Thirteen moons is a tribal college extension program with a mission and goal to increase awareness of natural resources, provide new opportunities for social interaction, and increase knowledge of the Ojibwe culture. Thirteen Moons supports outreach to increase food and agricultural literacy of youth and adults. This outreach enhances food supply, agricultural productivity, quality of the environmental, community vitality, public health and well-being. Visit the Thirteen Moons Website or view current events at the Thirteen Moons Facebook page.


St. Louis River River Watch

The St. Louis River River Watch program is a youth-based water quality monitoring program that focuses on the St. Louis River watershed and the Lake Superior Basin. This project, aimed at secondary school students, promotes and inspires stewardship of the largest U.S. tributary to Lake Superior and other nearby waterways. Currently, an estimated 500 students and teachers in 25 public, private, tribal, home, and alternative schools enthusiastically gather chemical, physical, and biological data twice per year at river sites located throughout northeastern Minnesota. Since 1997, Fond du Lac Tribal and Community College has coordinated this monitoring effort with the support of the USDA. Check us out on our Facebook page!


Our research projects have provided hands-on experience for students and graduates in resource-oriented fields. Our partnerships with the Fond du Lac Band Resource Management, University of Minnesota-Duluth Civil Engineering Department, and other agencies have created project that have focused on issues such as mercury in the St. Louis River watershed, wild rice productivity, climate impact on forestry and wildlife ecology.



The Environmental Institute Report Card newsletter is available for reading and as a printable pdf, please click on the issues below.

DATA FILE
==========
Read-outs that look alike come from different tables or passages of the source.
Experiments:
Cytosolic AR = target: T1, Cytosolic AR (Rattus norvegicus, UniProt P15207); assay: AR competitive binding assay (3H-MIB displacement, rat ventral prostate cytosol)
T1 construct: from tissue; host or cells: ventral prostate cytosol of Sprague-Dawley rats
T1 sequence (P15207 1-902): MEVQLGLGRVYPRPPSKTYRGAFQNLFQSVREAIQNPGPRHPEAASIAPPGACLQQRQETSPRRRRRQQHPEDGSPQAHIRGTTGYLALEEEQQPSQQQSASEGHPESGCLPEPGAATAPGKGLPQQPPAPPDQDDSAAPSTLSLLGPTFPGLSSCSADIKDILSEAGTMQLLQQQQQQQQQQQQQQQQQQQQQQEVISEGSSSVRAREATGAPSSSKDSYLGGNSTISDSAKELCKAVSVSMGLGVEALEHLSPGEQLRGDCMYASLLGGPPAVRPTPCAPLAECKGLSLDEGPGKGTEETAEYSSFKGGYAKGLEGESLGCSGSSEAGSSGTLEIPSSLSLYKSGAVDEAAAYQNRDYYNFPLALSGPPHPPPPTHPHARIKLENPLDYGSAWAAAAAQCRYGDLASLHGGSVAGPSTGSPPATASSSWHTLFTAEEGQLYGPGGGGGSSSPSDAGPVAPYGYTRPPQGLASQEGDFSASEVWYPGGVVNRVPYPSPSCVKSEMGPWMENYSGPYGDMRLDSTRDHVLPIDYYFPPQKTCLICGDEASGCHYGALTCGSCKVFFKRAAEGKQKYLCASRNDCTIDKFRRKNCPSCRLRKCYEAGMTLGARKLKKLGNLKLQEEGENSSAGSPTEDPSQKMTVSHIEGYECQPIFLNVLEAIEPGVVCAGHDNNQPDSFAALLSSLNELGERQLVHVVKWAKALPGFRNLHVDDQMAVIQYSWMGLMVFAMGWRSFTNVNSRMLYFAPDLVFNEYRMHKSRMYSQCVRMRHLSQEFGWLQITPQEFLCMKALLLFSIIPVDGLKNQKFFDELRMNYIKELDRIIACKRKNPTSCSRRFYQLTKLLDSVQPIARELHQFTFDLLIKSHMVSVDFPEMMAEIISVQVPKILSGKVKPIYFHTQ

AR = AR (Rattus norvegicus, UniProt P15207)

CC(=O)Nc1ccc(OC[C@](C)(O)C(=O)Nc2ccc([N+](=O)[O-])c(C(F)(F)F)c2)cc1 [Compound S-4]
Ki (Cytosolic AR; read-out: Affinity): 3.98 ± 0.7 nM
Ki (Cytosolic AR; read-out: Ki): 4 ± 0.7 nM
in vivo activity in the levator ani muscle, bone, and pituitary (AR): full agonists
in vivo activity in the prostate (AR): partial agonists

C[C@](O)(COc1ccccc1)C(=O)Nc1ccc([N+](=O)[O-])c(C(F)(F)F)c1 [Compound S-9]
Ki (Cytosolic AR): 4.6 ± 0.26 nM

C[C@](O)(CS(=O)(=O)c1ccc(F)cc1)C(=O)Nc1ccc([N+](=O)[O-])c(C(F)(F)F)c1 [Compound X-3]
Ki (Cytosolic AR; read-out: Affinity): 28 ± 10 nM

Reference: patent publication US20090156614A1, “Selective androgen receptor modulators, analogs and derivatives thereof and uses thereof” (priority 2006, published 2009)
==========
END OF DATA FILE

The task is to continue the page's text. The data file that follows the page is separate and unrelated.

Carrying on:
Environmental Institute Report Card October 2020

Environmental Institute Report Card November 2019

Environmental Institute Report Card September 2018



  • Wild Rice Lake Restoration Research: Fond du Lac Tribal and Community College students worked with Fond du Lac Resource Management and University of Minnesota Natural Resources Research Institute scientists to collect field data to help determine best management practices to restore wild rice on regional lakes.
  • Woodlands Wisdom Project: A multi-year effort focused on increasing American Indian involvement and education in human nutrition, specifically as it relates to alleviating the issues related to Type II diabetes.
  • Great Lakes Northern Forest Cooperative Ecosystems Studies Unit: A collaboration designed to provide research, technical assistance, and education to federal land management, environmental and research agencies and their potential partners.
  • Mercury-Dragonfly Project: This research project utilized dragonfly larvae as a sentinel species for measuring total mercury through field and lab research to correlate dry atmospheric deposition of mercury in leaf litter with bio-accumulated mercury in dragonfly larvae.
  • Beaked Hazelnut Project: The bagaaniminzh (beaked hazelnut) research project utilized geographic information systems (GIS) mapping to study the ecological characteristics of healthy beaked hazelnut forests in the hopes of conserving the culturally significant resource.


For more information, contact:

Courtney Kowalczak, Director, Environmental Institute
Fond du Lac Tribal and Community College
2101 14th Street
Cloquet, MN 55720
(218) 879-0862


It is awesome here at the FDLTCC Education Program because it is like a family here, if you need help or are struggling with anything, you have quite a few people who will help you out.

I chose FDLTCC for a fresh start in life. It had been two years since I graduated High School and I wanted more than just working a 9-5. I was living in Florida at the time, and I had an opportunity to travel the world doing what I love playing the game of basketball.

I chose FDLTCC because of its size and the curriculum. When I first came here in 2019, I was just looking for what I needed to volunteer, perhaps in a crisis shelter. I met with Don Jarvinen, and the rest is history.